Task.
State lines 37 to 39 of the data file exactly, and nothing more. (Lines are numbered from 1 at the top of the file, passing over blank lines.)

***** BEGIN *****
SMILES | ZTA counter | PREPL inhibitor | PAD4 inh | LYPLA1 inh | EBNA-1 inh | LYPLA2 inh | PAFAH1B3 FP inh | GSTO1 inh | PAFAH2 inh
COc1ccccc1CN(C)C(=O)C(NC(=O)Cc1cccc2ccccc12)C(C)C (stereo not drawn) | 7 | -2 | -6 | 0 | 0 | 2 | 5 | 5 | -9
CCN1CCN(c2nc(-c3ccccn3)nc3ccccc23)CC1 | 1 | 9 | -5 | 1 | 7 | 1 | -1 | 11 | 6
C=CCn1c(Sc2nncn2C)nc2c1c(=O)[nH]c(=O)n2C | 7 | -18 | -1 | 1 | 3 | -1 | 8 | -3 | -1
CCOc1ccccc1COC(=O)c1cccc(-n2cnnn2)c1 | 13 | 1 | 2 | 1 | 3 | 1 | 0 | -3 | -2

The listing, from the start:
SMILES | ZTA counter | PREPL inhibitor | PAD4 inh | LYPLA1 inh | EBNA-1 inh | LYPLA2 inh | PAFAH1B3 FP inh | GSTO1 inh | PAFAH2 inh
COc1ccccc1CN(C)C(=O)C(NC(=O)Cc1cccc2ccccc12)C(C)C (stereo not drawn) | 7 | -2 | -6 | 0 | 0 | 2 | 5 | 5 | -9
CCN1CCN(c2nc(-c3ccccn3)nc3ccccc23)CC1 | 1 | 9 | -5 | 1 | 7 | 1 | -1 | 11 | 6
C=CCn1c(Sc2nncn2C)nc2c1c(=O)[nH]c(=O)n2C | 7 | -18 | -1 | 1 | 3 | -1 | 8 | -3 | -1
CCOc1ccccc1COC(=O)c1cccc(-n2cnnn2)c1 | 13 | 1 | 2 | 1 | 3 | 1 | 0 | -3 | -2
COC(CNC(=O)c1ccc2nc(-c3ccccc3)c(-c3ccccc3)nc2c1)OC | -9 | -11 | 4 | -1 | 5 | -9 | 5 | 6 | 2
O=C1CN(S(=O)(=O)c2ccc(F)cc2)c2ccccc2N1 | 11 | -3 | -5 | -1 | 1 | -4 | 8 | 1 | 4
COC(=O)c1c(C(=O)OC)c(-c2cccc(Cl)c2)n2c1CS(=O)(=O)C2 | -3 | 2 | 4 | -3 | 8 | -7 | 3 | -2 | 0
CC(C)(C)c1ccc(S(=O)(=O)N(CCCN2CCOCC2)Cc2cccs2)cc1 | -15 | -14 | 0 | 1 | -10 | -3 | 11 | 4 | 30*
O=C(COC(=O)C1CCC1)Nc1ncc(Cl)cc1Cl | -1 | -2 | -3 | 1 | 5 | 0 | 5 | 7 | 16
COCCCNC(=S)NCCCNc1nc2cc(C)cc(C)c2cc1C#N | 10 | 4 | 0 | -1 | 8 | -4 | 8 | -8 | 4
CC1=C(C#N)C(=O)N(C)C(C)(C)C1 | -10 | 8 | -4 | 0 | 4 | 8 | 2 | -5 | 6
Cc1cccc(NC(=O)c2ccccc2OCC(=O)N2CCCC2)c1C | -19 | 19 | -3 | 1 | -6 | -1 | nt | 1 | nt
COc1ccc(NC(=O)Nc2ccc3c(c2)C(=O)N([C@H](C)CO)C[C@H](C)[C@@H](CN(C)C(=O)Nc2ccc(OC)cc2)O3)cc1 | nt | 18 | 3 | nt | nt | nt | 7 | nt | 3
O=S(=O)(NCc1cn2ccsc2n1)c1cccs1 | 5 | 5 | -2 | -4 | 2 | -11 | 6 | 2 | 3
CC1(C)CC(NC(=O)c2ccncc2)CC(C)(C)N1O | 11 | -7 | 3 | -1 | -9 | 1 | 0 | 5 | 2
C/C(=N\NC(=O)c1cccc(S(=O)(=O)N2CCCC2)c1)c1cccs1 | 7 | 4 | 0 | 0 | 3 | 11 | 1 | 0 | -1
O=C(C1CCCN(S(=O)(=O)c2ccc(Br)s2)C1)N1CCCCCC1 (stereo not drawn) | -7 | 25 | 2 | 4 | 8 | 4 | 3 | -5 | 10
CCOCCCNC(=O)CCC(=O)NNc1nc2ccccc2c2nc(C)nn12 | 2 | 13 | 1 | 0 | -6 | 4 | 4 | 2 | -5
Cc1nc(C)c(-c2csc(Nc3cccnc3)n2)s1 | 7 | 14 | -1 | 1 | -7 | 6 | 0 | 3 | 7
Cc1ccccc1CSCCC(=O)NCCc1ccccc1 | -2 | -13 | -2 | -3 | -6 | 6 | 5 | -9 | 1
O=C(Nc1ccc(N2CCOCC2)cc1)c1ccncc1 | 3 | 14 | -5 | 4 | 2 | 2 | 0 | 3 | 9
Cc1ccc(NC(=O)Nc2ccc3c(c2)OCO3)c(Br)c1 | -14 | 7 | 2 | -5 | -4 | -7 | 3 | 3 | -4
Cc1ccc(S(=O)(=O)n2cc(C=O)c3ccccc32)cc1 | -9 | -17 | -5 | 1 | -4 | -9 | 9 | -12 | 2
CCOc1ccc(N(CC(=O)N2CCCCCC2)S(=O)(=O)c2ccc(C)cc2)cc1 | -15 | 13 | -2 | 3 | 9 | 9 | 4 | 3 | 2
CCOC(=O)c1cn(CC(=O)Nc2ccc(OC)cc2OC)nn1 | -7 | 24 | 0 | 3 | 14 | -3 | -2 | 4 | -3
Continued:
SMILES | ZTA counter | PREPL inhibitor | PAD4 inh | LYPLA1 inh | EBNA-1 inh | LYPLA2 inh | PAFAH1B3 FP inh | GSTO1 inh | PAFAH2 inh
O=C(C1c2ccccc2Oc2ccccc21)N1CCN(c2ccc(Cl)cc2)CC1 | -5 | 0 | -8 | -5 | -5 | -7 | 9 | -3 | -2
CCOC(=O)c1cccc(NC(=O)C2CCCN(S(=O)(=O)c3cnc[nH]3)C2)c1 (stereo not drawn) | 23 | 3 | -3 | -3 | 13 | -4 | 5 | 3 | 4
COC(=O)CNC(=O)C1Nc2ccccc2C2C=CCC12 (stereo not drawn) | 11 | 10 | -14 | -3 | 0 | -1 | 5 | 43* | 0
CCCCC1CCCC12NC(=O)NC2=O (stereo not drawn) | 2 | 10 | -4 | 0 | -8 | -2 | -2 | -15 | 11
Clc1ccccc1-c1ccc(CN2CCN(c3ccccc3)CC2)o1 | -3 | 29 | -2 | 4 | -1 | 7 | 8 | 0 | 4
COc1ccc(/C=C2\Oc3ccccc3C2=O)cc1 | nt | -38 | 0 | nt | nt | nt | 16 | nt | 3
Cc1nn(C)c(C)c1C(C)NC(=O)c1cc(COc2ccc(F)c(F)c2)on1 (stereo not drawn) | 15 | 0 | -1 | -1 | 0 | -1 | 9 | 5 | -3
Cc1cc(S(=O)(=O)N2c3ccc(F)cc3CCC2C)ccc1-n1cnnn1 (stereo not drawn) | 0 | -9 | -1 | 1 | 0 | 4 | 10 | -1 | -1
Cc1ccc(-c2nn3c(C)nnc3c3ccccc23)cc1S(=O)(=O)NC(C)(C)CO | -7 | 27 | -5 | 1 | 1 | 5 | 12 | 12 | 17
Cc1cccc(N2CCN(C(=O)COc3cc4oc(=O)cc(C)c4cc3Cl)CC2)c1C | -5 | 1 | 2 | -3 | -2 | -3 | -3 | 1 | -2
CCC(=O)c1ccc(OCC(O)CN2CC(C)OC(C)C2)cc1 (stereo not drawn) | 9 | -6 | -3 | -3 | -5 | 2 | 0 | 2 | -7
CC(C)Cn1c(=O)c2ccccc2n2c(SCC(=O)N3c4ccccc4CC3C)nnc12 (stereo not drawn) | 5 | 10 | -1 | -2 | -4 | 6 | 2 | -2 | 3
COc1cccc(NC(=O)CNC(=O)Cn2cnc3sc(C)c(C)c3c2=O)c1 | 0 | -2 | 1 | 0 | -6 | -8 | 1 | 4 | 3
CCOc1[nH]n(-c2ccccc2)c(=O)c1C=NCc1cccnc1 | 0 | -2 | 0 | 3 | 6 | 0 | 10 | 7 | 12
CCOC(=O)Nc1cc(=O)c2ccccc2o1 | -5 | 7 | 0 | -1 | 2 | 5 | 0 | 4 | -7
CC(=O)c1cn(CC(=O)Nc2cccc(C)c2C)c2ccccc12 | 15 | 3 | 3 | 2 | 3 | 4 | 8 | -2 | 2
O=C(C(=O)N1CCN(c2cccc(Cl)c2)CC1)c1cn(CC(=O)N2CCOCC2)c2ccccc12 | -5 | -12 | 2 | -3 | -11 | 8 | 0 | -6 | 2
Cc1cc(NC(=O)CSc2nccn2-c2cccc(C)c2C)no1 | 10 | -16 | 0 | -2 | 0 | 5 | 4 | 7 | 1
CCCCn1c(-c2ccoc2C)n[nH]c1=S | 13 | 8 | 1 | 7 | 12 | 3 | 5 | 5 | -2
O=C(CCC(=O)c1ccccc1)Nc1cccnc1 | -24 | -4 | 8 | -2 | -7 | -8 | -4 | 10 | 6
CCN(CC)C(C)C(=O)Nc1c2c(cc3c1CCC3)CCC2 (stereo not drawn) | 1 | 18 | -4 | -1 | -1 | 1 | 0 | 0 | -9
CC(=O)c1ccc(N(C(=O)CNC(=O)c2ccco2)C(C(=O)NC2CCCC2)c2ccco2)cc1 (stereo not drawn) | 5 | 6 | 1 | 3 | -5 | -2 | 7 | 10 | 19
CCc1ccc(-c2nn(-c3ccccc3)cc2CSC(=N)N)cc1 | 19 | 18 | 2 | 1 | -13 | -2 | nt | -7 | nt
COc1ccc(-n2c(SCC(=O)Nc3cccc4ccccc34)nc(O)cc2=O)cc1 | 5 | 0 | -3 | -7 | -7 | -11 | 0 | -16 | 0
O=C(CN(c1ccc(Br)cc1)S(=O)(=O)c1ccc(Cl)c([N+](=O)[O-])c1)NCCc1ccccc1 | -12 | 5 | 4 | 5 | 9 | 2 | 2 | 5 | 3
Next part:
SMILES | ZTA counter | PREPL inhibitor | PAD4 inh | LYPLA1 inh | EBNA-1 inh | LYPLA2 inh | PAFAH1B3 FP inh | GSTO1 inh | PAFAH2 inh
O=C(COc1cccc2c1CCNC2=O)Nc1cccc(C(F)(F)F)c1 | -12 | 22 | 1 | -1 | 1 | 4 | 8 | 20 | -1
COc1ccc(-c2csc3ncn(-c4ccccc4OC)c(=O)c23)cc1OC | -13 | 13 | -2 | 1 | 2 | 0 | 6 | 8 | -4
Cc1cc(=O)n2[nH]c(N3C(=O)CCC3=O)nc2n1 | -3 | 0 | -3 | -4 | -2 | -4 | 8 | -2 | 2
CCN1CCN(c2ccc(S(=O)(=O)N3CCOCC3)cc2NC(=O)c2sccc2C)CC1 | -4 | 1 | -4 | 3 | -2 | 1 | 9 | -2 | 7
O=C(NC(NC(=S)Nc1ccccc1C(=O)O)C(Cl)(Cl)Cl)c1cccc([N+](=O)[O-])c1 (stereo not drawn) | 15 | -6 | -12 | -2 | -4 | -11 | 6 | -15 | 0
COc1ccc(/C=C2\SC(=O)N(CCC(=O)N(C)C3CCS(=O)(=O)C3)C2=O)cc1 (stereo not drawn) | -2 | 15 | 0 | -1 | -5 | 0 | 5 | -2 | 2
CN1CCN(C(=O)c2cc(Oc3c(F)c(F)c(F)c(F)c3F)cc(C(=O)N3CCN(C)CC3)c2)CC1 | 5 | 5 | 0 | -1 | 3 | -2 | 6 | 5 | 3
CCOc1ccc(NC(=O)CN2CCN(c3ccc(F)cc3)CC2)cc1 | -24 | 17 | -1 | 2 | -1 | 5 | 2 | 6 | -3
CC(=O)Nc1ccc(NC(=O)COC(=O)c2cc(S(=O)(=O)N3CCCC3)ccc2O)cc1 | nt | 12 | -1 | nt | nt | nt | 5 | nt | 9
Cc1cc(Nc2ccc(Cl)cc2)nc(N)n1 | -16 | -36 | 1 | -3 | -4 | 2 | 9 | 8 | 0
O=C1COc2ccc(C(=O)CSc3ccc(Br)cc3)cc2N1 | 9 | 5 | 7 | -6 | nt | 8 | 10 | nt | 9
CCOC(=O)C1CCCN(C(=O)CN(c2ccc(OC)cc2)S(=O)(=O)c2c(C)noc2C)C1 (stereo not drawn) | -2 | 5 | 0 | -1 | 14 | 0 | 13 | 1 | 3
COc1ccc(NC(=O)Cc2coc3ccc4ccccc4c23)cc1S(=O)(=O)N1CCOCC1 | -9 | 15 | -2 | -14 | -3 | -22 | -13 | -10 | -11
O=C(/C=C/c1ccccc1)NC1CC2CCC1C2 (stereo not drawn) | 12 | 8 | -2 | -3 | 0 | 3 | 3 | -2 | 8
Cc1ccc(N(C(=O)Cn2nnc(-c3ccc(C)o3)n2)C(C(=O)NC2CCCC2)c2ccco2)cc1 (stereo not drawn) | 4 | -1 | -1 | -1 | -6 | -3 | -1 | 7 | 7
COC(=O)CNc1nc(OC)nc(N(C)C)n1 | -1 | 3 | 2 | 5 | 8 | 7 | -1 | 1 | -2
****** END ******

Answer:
COC(=O)CNC(=O)C1Nc2ccccc2C2C=CCC12 (stereo not drawn) | 11 | 10 | -14 | -3 | 0 | -1 | 5 | 43* | 0
CCCCC1CCCC12NC(=O)NC2=O (stereo not drawn) | 2 | 10 | -4 | 0 | -8 | -2 | -2 | -15 | 11
Clc1ccccc1-c1ccc(CN2CCN(c3ccccc3)CC2)o1 | -3 | 29 | -2 | 4 | -1 | 7 | 8 | 0 | 4